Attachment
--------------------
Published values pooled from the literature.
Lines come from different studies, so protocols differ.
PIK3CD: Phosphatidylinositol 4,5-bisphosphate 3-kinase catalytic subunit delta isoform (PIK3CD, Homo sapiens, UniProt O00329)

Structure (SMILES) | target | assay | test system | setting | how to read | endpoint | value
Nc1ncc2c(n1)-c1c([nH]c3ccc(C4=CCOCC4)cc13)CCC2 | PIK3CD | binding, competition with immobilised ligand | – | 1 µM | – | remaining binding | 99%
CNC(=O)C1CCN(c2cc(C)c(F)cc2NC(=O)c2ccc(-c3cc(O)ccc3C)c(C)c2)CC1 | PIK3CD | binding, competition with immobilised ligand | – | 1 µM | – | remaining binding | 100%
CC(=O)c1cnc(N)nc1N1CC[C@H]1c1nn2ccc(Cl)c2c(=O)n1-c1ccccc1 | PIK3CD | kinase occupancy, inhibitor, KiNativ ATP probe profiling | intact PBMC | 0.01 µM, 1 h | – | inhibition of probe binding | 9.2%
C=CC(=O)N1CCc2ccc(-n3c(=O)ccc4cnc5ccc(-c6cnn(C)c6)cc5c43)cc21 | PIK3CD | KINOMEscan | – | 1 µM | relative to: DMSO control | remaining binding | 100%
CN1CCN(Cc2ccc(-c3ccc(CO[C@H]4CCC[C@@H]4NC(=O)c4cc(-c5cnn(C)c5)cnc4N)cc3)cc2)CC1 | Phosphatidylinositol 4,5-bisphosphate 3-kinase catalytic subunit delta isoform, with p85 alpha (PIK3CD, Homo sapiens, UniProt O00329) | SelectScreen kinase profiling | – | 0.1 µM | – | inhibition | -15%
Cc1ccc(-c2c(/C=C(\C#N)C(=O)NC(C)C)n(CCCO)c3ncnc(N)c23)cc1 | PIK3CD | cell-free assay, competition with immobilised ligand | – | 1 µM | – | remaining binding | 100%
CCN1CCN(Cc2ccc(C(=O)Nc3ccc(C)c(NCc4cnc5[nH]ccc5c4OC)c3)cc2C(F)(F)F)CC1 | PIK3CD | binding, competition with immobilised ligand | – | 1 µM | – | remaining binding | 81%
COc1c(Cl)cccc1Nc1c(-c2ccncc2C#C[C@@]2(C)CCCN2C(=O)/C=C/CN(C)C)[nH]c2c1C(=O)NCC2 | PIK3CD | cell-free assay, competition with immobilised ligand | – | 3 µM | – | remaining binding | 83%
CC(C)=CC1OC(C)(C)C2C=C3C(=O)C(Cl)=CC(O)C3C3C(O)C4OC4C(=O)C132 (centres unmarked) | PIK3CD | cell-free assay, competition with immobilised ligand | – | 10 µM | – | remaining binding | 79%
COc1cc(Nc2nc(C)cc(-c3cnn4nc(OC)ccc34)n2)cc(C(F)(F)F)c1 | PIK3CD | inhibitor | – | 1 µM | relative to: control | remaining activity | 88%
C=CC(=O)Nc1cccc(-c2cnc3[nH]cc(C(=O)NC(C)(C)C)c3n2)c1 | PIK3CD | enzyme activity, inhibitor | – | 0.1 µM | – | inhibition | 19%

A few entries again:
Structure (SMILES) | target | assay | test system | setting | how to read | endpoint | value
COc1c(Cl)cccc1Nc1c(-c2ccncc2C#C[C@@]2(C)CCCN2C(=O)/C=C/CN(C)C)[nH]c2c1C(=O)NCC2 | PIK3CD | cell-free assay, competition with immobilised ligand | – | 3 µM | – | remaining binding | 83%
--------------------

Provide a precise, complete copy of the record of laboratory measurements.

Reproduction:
Published values pooled from the literature.
Lines come from different studies, so protocols differ.
PIK3CD: Phosphatidylinositol 4,5-bisphosphate 3-kinase catalytic subunit delta isoform (PIK3CD, Homo sapiens, UniProt O00329)

Structure (SMILES) | target | assay | test system | setting | how to read | endpoint | value
Nc1ncc2c(n1)-c1c([nH]c3ccc(C4=CCOCC4)cc13)CCC2 | PIK3CD | binding, competition with immobilised ligand | – | 1 µM | – | remaining binding | 99%
CNC(=O)C1CCN(c2cc(C)c(F)cc2NC(=O)c2ccc(-c3cc(O)ccc3C)c(C)c2)CC1 | PIK3CD | binding, competition with immobilised ligand | – | 1 µM | – | remaining binding | 100%
CC(=O)c1cnc(N)nc1N1CC[C@H]1c1nn2ccc(Cl)c2c(=O)n1-c1ccccc1 | PIK3CD | kinase occupancy, inhibitor, KiNativ ATP probe profiling | intact PBMC | 0.01 µM, 1 h | – | inhibition of probe binding | 9.2%
C=CC(=O)N1CCc2ccc(-n3c(=O)ccc4cnc5ccc(-c6cnn(C)c6)cc5c43)cc21 | PIK3CD | KINOMEscan | – | 1 µM | relative to: DMSO control | remaining binding | 100%
CN1CCN(Cc2ccc(-c3ccc(CO[C@H]4CCC[C@@H]4NC(=O)c4cc(-c5cnn(C)c5)cnc4N)cc3)cc2)CC1 | Phosphatidylinositol 4,5-bisphosphate 3-kinase catalytic subunit delta isoform, with p85 alpha (PIK3CD, Homo sapiens, UniProt O00329) | SelectScreen kinase profiling | – | 0.1 µM | – | inhibition | -15%
Cc1ccc(-c2c(/C=C(\C#N)C(=O)NC(C)C)n(CCCO)c3ncnc(N)c23)cc1 | PIK3CD | cell-free assay, competition with immobilised ligand | – | 1 µM | – | remaining binding | 100%
CCN1CCN(Cc2ccc(C(=O)Nc3ccc(C)c(NCc4cnc5[nH]ccc5c4OC)c3)cc2C(F)(F)F)CC1 | PIK3CD | binding, competition with immobilised ligand | – | 1 µM | – | remaining binding | 81%
COc1c(Cl)cccc1Nc1c(-c2ccncc2C#C[C@@]2(C)CCCN2C(=O)/C=C/CN(C)C)[nH]c2c1C(=O)NCC2 | PIK3CD | cell-free assay, competition with immobilised ligand | – | 3 µM | – | remaining binding | 83%
CC(C)=CC1OC(C)(C)C2C=C3C(=O)C(Cl)=CC(O)C3C3C(O)C4OC4C(=O)C132 (centres unmarked) | PIK3CD | cell-free assay, competition with immobilised ligand | – | 10 µM | – | remaining binding | 79%
COc1cc(Nc2nc(C)cc(-c3cnn4nc(OC)ccc34)n2)cc(C(F)(F)F)c1 | PIK3CD | inhibitor | – | 1 µM | relative to: control | remaining activity | 88%
C=CC(=O)Nc1cccc(-c2cnc3[nH]cc(C(=O)NC(C)(C)C)c3n2)c1 | PIK3CD | enzyme activity, inhibitor | – | 0.1 µM | – | inhibition | 19%

A few entries again:
Structure (SMILES) | target | assay | test system | setting | how to read | endpoint | value
COc1c(Cl)cccc1Nc1c(-c2ccncc2C#C[C@@]2(C)CCCN2C(=O)/C=C/CN(C)C)[nH]c2c1C(=O)NCC2 | PIK3CD | cell-free assay, competition with immobilised ligand | – | 3 µM | – | remaining binding | 83%